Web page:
Some people liked the idea of a giant picture frame on Eighth Avenue that people could stand in to have photos taken. Others suggested a pedestrian bridge that lights up more the more people that are on it.
Those were just two of the ideas that residents had last week for “The ARTery,” a stretch of Eighth Avenue that Hopkins aims to transform into a “pedestrian-seductive” corridor. Planners want to use the corridor to entice people into the city’s central business district—particularly Southwest LRT riders at the stop planned just across Excelsior Boulevard.
Hopkins hosted a get-together Saturday to discuss how to integrate art into the corridor. Experts from IBI Group, Hoisington Koegler Group Inc. and Forecast Public Art introduced the audience to the corridor by discussing the goals for the downtown light rail station, reclaim streets for bikes and pedestrians and the possibilities for public art.
Hopkins’ ArtStreet initiative has already brought public art to the downtown in the form of sculptures. But the ARTery is not about on creating a sculpture walk, said Kersten Elverum, the city’s director of economic development and planning. It’s about the full breadth of public art—performances, music and even light, especially popular in Minnesota’s cold, dark winters.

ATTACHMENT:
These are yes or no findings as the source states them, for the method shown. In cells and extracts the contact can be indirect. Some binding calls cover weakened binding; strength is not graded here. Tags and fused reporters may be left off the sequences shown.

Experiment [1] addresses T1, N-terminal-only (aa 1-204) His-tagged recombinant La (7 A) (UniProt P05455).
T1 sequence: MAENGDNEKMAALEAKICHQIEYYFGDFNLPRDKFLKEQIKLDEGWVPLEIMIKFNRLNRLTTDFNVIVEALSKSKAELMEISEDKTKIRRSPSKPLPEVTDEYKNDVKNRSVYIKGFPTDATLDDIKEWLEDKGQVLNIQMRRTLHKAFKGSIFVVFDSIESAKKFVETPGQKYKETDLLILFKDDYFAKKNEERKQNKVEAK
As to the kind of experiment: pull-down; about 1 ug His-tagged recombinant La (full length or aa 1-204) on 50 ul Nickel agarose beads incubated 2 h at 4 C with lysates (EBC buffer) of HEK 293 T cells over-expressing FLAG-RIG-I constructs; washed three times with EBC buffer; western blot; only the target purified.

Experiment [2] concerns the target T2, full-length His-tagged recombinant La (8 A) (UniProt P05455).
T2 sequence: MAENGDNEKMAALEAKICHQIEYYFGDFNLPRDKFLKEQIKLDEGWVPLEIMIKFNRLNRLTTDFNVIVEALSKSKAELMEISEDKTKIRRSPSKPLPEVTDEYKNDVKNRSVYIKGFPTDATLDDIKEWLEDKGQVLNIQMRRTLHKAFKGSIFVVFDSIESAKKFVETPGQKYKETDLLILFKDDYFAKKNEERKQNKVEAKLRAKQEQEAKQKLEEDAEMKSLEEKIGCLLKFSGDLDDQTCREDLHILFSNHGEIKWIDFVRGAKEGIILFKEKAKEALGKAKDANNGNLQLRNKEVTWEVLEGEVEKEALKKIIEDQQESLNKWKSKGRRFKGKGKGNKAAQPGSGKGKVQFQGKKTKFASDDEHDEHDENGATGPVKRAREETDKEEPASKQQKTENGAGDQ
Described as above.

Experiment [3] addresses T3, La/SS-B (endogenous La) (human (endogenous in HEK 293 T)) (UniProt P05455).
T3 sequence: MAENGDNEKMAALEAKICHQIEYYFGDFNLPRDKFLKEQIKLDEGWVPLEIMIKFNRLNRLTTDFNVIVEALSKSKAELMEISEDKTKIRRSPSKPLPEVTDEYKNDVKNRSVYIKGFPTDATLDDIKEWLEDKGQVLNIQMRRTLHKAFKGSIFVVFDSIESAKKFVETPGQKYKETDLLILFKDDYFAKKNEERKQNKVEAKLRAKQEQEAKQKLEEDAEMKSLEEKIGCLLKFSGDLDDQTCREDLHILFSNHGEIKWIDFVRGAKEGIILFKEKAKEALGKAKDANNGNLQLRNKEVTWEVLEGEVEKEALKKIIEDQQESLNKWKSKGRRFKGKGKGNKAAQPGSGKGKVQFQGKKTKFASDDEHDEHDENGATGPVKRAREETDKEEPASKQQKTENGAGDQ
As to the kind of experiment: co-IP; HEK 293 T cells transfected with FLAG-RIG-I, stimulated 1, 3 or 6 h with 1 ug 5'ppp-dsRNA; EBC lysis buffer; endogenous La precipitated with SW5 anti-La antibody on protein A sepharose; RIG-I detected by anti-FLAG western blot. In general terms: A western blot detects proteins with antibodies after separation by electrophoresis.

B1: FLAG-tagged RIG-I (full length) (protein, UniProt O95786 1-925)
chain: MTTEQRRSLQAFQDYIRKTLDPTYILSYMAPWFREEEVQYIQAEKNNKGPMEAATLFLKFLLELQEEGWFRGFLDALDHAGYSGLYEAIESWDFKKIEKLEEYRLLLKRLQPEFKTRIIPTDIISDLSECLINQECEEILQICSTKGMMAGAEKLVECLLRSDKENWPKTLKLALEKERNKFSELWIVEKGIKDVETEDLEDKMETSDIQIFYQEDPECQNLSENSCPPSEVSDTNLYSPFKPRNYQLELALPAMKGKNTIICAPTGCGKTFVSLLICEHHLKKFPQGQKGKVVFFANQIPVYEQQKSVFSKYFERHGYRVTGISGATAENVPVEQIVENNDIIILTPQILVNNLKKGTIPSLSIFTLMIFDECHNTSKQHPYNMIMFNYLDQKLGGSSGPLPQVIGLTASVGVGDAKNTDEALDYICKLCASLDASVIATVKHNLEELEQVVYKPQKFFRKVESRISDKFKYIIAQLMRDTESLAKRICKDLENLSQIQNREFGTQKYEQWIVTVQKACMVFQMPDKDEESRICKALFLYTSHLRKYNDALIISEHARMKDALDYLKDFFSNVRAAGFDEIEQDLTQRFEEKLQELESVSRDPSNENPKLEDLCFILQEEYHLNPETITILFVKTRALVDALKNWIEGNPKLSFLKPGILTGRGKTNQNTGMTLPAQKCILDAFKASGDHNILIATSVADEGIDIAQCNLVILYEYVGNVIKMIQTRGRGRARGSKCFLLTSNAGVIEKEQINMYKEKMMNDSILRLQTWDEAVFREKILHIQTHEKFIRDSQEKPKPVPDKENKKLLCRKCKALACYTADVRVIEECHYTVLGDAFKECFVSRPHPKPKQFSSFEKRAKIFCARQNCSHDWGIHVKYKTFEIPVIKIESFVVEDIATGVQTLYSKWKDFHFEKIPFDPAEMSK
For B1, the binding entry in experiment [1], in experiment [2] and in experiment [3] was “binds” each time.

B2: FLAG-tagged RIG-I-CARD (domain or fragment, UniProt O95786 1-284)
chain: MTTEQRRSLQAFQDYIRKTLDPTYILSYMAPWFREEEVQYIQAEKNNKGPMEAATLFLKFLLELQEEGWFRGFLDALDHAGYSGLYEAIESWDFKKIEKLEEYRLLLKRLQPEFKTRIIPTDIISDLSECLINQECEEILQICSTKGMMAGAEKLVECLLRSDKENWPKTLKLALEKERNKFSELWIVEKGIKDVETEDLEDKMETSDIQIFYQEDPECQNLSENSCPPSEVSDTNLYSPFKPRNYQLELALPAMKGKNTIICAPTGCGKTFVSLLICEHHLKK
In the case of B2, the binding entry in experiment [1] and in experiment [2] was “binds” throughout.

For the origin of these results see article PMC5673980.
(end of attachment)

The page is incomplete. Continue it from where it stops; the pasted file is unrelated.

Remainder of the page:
The art could even change over time in order to encourage people to return.
The overall feel of the corridor is perhaps even more important than the individual features. Groups went back and forth over how much to emphasize a contemporary feel versus a more-historic one.
Some liked the “Cultivation of Raspberries” mural that once hung in the old Post Office. Others liked playing on the relationship between street cars, rail, the upcoming Southwest Light Rail Transit line and the tractors that Minneapolis Threshing Machine once made in Hopkins.
The consensus was that the corridor should be interactive and playful, as well as a gathering place that could be closed off to vehicles during community festivals and other special days.
“I was so appreciative to people that came out. Giving up four hours on a Saturday is a big deal,” Elverum said. “I was really proud some people stood up and took some ownership.”
The design team will now use the ideas to come up with some concepts for the corridor. After receiving feedback, they’ll shape it into a final design—although Elverum said that design will “not be super prescriptive.”
They’ll also identify potential funding sources.
The city aims to have The ARTery in place by the time the Southwest LRT line is operational, currently expected in 2018.
Elverum said set it’s important to get word out about a vibrant downtown as people are getting their patterns set with the new LRT line.
What would you like to see in The ARTery? Share your thoughts in the comments below.